Quantile regression

Standard regression

In this example we do quantile regression in CVXPY. We start by discussing standard regression. In a regression problem we are given data $(x_i,y_i)\in {\bf R}^n \times {\bf R}$, $i=1,\ldots, m$. and fit a linear (affine) model

$$\hat y_i = \beta ^Tx_i - v,$$

where $\beta \in {\bf R}^n$ and $v \in {\bf R}$.

The residuals are $r_i = \hat y_i - y_i$. In standard (least-squares) regression we choose $\beta,v$ to minimize $\|r\|_2^2 = \sum_i r_i^2$. For this choice of $\beta,v$ the mean of the optimal residuals is zero.

A simple variant is to add (Tychonov) regularization, meaning we solve the optimization problem

$$\begin{array}{ll} \mbox{minimize} & \|r\|_2^2 + \lambda \|\beta \|_2^2, \end{array}$$

where $\lambda>0$.

Quantile regression

An alternative to the standard least-squares penalty is the tilted $\ell_1$ penalty: for $\tau \in (0,1)$,

$$ \phi(u)= \tau (u)_+ + (1-\tau) (u)_- = (1/2)|u| + (\tau-1/2) u. $$

The plots below show $\phi(u)$ for $\tau= 0.5$, $\tau= 0.1$, and $\tau= 0.9$.

title

In quantile regression we choose $\beta,v$ to minimize $\sum_i \phi(r_i)$. For $r_i \neq 0$,

$$ \frac{\partial \sum_i \phi(r_i)}{\partial v} = \tau \left|\{i: r_i>0\} \right| - (1-\tau) \left|\{i: r_i<0\}\right|, $$

which means that (roughly speaking) for optimal $v$ we have

$$ \tau \left|\{i: r_i>0\} \right| = (1-\tau) \left|\{i: r_i<0\}\right|. $$

We conclude that $\tau m = \left|\{i: r_i<0\}\right|$, or the $\tau$-quantile of optimal residuals is zero. Hence the name quantile regression.

Example

In the following code we apply quantile regression to a time series prediction problem. We fit the time series $x_t$, $t=0,1,2, \ldots$ with an auto-regressive (AR) predictor

$$\hat x_{t+1} = \beta^T (x_t,\ldots, x_{t-M})- v,$$

where $M=10$ is the memory of predictor.

We use quantile regression for $\tau = 0.1,0.5, 0.9$ to fit three AR models. At each time $t$, the models give three one-step-ahead predictions:

$$ \hat x_{t+1} ^{0.1}, \qquad \hat x_{t+1} ^{0.5}, \qquad \hat x_{t+1} ^{0.9} $$

We divide the time series into a training set, which we use to fit the AR models, and a test set. We plot $x_t$ and the predictions $\hat x_{t+1} ^{0.1}$, $\hat x_{t+1} ^{0.5}$, $\hat x_{t+1} ^{0.9}$ for the training set and the test set.

In [1]:
# Generate data for quantile regression.
from __future__ import division
import numpy as np
np.random.seed(1)
TRAIN_LEN = 400
SKIP_LEN = 100
TEST_LEN = 50
TOTAL_LEN = TRAIN_LEN + SKIP_LEN + TEST_LEN
m = 10
x0 = np.random.randn(m)
x = np.zeros(TOTAL_LEN) 
x[:m] = x0
for i in range(m+1, TOTAL_LEN):
    x[i] = 1.8*x[i-1] - .82*x[i-2] + np.random.normal()
    
x = np.exp(.05*x + 0.05*np.random.normal(size=TOTAL_LEN))
In [2]:
# Form the quantile regression problem.
import cvxpy as cp


w = cp.Variable(m+1)
v = cp.Variable()
tau = cp.Parameter()
error = 0
for i in range(SKIP_LEN, TRAIN_LEN + SKIP_LEN):
    r = x[i] - (w.T*x[i-m-1:i] + v)
    error += 0.5*cp.abs(r) + (tau - 0.5)*r
prob = cp.Problem(cp.Minimize(error))
In [3]:
# Solve quantile regression for different values of tau.
tau_vals = [0.9, 0.5, 0.1]
pred = np.zeros((len(tau_vals), TOTAL_LEN))
r_vals = np.zeros((len(tau_vals), TOTAL_LEN))
for k, tau_val in enumerate(tau_vals):
    tau.value = tau_val
    prob.solve()
    pred[k,:m] = x0
    for i in range(SKIP_LEN, TOTAL_LEN):
        pred[k,i] = (x[i-m-1:i].T*w + v).value
        r_vals[k, i] = (x[i] - (x[i-m-1:i].T*w + v)).value

Below we plot the full time series, the training data with the three AR models, and the test data with the three AR models.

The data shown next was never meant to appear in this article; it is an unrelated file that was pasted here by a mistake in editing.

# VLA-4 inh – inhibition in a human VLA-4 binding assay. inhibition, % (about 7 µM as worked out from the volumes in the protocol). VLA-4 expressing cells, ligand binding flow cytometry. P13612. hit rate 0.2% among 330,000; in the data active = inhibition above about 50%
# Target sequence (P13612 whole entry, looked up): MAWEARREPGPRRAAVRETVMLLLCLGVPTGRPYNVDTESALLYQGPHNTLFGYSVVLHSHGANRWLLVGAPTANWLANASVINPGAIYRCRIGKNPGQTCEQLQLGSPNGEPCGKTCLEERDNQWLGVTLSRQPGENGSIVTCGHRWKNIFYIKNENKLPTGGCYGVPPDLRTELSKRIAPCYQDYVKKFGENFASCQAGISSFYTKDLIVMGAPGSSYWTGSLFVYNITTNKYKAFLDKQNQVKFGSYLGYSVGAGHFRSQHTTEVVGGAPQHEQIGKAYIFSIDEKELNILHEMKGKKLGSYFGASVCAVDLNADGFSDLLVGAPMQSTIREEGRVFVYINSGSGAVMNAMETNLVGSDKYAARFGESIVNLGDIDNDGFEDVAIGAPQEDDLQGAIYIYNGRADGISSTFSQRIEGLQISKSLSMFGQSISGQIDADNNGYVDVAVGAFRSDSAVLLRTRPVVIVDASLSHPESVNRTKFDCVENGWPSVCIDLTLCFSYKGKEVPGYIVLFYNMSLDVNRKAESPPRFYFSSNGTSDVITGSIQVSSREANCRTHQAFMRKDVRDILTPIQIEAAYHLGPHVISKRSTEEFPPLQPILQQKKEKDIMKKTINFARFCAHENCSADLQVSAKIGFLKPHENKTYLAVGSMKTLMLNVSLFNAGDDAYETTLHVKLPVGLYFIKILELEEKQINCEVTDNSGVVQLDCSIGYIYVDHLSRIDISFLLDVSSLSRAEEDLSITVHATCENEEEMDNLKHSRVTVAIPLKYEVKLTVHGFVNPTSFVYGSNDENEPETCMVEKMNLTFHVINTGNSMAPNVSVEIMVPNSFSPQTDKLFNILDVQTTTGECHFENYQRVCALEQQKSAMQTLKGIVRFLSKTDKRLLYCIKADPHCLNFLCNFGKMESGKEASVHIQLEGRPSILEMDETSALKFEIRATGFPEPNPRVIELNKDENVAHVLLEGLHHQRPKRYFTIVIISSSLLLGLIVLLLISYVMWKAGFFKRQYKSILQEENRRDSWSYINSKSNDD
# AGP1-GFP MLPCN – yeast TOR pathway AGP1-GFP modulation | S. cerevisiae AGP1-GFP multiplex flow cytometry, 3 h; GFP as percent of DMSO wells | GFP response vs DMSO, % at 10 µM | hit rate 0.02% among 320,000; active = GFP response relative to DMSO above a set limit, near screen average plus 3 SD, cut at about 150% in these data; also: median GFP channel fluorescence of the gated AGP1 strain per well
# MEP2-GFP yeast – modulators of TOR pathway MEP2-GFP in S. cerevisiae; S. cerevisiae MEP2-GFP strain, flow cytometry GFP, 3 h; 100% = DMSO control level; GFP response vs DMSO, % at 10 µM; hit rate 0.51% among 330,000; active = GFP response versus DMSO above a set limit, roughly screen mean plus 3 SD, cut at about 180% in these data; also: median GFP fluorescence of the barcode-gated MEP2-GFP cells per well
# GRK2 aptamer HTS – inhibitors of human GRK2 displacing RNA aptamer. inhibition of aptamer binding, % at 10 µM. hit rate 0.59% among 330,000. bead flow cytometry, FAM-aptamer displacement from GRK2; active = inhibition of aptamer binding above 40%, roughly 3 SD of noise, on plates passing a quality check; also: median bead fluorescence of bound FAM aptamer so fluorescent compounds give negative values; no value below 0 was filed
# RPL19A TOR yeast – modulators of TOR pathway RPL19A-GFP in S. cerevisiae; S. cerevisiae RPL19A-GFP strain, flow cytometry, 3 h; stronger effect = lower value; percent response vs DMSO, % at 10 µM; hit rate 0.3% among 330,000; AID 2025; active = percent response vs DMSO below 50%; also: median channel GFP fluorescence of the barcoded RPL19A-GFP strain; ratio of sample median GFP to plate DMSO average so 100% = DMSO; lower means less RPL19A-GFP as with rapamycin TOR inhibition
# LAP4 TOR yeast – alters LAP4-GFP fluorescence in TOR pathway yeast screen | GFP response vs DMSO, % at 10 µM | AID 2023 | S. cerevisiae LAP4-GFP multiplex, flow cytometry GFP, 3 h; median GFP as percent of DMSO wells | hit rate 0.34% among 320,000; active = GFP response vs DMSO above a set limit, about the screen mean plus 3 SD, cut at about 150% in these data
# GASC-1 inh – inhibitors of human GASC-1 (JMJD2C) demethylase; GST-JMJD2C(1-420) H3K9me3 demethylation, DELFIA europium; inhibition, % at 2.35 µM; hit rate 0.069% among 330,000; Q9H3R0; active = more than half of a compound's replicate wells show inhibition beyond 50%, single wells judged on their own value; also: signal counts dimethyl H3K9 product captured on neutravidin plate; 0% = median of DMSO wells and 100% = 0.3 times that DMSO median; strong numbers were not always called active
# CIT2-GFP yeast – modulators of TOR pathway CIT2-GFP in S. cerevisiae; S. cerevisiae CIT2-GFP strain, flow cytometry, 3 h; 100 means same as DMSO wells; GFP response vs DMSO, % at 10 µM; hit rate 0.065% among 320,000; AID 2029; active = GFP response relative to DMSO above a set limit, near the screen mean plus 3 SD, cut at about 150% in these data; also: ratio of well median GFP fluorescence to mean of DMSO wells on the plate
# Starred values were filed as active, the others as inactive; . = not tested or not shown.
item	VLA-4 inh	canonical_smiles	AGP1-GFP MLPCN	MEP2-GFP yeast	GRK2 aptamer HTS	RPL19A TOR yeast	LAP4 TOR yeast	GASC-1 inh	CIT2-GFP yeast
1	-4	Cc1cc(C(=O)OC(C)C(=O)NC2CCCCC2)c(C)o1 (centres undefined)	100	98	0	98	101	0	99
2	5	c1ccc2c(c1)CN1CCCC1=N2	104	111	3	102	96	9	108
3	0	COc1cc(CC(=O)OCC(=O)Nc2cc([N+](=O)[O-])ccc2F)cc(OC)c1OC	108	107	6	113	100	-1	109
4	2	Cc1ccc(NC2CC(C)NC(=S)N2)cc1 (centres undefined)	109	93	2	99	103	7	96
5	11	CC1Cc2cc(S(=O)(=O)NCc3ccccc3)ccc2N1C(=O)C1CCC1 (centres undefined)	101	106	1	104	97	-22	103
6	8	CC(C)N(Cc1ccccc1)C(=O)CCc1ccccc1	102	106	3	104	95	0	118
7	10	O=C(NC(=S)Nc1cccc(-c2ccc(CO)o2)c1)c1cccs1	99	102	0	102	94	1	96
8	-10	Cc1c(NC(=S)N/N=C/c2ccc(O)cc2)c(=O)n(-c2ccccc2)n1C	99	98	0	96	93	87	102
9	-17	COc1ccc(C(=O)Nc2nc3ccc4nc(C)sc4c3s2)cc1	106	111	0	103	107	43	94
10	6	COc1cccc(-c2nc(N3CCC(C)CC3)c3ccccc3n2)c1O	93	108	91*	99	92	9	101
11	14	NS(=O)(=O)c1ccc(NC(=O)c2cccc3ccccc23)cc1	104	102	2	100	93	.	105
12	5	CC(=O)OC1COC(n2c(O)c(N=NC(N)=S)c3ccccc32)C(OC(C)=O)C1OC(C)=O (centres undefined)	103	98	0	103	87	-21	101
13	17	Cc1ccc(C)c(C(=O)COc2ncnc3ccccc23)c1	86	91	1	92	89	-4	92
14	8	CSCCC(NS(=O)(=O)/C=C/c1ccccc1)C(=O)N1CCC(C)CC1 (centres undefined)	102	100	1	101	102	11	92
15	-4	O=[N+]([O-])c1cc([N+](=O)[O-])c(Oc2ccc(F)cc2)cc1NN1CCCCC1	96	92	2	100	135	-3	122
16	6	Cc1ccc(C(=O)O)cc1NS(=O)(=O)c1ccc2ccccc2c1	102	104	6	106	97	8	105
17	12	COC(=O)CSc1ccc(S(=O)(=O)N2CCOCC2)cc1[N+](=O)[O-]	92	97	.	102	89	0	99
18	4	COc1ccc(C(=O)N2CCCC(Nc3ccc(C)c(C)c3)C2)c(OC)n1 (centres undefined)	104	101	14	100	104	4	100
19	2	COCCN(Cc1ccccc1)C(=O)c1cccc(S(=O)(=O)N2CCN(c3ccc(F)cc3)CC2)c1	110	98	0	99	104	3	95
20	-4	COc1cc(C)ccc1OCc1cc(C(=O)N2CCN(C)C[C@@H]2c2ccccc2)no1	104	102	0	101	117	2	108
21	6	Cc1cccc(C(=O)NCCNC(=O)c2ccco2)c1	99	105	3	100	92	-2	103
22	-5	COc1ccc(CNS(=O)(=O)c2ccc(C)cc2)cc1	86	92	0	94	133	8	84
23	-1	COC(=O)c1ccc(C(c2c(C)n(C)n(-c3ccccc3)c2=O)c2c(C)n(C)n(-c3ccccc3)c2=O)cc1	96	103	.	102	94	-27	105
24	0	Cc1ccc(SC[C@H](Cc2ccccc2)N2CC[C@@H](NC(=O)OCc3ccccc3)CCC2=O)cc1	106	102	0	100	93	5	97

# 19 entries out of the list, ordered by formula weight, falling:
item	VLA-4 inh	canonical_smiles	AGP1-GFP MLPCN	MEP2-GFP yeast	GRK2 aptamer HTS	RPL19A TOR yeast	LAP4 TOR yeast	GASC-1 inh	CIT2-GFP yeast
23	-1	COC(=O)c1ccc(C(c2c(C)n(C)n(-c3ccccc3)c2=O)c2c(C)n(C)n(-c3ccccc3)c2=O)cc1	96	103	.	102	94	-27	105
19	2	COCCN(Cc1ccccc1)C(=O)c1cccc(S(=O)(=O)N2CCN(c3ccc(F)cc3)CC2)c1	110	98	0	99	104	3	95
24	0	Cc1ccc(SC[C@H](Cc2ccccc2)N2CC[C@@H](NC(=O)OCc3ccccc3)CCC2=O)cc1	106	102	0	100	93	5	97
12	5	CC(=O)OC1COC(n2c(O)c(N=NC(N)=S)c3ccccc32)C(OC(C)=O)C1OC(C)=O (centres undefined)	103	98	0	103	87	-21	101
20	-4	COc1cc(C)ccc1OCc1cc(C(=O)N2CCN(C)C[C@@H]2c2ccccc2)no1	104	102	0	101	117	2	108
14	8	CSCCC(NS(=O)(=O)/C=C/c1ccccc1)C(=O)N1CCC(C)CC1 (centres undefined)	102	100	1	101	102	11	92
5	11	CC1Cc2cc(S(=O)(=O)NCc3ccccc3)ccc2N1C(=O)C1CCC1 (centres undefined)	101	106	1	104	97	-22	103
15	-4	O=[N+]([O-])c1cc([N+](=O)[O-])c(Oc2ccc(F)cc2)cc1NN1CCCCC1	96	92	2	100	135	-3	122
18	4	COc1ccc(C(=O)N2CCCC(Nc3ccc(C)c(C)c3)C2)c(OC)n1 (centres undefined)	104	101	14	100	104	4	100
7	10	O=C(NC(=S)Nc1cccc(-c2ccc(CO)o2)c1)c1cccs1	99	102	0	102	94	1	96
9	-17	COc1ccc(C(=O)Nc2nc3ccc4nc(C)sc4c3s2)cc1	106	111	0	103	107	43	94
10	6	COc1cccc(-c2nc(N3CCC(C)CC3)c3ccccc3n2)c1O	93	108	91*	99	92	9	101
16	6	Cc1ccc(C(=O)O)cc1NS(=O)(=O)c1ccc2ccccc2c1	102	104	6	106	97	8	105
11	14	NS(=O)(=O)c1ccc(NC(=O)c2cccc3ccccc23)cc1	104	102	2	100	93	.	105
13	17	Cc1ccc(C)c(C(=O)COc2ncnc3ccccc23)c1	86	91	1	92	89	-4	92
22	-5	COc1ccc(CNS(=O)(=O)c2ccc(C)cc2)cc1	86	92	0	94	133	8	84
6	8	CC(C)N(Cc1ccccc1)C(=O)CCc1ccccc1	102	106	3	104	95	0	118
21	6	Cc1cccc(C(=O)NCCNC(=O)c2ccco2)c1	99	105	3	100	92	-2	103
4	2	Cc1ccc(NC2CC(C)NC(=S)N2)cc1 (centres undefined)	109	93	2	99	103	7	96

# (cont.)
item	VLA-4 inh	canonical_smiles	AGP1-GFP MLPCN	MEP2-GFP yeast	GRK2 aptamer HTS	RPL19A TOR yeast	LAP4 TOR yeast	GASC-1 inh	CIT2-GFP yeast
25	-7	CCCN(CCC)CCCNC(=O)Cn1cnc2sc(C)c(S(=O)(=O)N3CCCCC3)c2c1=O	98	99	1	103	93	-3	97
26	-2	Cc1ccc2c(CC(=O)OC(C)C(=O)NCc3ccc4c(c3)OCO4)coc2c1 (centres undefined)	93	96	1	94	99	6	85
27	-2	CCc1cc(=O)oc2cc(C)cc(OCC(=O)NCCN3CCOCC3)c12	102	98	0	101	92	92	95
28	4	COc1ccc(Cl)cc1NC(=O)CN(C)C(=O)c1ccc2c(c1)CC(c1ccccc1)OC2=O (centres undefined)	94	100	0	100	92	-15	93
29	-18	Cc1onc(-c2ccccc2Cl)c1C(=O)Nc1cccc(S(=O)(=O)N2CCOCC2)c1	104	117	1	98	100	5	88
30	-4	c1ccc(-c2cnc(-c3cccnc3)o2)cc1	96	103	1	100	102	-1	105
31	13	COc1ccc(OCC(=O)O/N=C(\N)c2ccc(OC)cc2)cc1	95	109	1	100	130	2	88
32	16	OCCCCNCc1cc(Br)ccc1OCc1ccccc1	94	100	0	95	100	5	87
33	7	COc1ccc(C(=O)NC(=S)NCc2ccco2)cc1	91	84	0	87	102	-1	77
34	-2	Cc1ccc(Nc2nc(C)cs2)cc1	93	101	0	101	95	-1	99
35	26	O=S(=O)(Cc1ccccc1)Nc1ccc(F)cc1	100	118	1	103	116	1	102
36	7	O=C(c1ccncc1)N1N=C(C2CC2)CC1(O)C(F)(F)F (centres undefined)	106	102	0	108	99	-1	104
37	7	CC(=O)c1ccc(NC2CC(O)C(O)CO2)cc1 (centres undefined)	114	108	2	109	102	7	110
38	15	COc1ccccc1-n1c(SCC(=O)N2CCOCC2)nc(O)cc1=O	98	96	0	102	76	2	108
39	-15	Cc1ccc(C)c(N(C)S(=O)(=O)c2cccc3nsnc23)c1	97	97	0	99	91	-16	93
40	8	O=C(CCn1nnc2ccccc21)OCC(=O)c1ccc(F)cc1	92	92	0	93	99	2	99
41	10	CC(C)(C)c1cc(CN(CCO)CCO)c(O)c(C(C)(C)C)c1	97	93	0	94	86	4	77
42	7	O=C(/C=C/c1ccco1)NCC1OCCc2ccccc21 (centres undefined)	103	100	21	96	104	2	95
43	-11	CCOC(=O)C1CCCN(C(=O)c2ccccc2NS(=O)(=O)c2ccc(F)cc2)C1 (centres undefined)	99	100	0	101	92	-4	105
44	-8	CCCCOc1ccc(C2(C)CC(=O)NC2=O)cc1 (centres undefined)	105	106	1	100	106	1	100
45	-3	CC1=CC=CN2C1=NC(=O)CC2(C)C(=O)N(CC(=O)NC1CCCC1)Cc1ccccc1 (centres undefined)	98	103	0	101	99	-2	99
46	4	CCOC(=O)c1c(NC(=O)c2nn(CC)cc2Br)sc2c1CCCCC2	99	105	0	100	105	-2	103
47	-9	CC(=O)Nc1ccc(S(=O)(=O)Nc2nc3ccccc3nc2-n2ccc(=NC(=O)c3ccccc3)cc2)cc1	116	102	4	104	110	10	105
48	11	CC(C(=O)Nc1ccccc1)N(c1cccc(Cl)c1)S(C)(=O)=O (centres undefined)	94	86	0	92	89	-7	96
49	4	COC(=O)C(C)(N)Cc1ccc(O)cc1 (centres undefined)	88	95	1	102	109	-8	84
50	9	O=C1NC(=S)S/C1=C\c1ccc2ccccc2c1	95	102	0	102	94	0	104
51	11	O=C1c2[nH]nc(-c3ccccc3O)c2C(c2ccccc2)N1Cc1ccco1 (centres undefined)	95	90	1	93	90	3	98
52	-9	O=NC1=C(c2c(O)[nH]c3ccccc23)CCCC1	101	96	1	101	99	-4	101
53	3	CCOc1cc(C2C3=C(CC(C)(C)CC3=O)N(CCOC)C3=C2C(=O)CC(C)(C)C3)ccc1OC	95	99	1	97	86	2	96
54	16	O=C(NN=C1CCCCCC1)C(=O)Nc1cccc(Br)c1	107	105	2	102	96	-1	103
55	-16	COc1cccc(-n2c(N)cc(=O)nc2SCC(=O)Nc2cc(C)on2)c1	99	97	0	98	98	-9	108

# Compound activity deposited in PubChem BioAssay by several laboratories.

In [4]:
# Generate plots.
import matplotlib.pyplot as plt
%matplotlib inline
%config InlineBackend.figure_format = 'svg'

# Plot the full time series.
plt.plot(range(0, TRAIN_LEN + TEST_LEN), x[SKIP_LEN:],  'black', label=r'$x$')
plt.xlabel(r"$t$", fontsize=16)
plt.ylabel(r"$x_t$", fontsize=16)
plt.title('Full time series')
plt.show()

# Plot the predictions from the quantile regression on the training data.
plt.plot(range(0, TRAIN_LEN), x[SKIP_LEN:-TEST_LEN],  'black', label=r'$x$')
colors = ['r', 'g', 'b']
for k, tau_val in enumerate(tau_vals):
    plt.plot(range(0, TRAIN_LEN), pred[k,SKIP_LEN:-TEST_LEN], colors[k],  label=r"$\tau = %.1f$" % tau_val)
plt.xlabel(r"$t$", fontsize=16)
plt.title('Training data')
plt.show()

# Plot the predictions from the quantile regression on the test data.
plt.plot(range(TRAIN_LEN,TRAIN_LEN+TEST_LEN), x[-TEST_LEN:],  'black', label=r'$x$')
for k, tau_val in enumerate(tau_vals):
    plt.plot(range(TRAIN_LEN,TRAIN_LEN+TEST_LEN), pred[k,-TEST_LEN:], colors[k],  label=r"$\tau = %.1f$" % tau_val)
plt.xlabel(r"$t$", fontsize=16)
plt.title('Test data')
plt.show()

Below we plot the empirical CDFs of the residuals for the three AR models on the training data and the test data. Notice that $\tau$-quantile of the optimal residuals is close to zero.

In [5]:
# Plot the empirical CDFs of the residuals.

# Plot the CDF for the training data residuals.
for k, tau_val in enumerate(tau_vals):
    sorted=np.sort(r_vals[k,SKIP_LEN:SKIP_LEN+TRAIN_LEN] )
    yvals=np.arange(len(sorted))/float(len(sorted))
    plt.plot( sorted, yvals, colors[k], label=r"$\tau = %.1f$" % tau_val)

x = np.linspace(-1.0, 1, 100)
for val in [0.1, 0.5, 0.9]:
    plt.plot(x, len(x)*[val], 'k--')
plt.xlabel('Residual')
plt.ylabel('Cumulative density in training')
plt.xlim([-0.6, 0.6])
plt.legend(loc='upper left')
plt.show()

# Plot the CDF for the testing data residuals.
for k, tau_val in enumerate(tau_vals):
    sorted=np.sort(r_vals[k,-TEST_LEN:] )
    yvals=np.arange(len(sorted))/float(len(sorted))
    plt.plot( sorted, yvals, colors[k], label=r"$\tau = %.1f$" % tau_val)

x = np.linspace(-1, 1, 100)
for val in [0.1, 0.5, 0.9]:
    plt.plot(x, len(x)*[val], 'k--')
plt.xlabel('Residual')
plt.ylabel('Cumulative density in testing')
plt.xlim([-0.6, 0.6])
plt.legend(loc='upper left')
plt.show()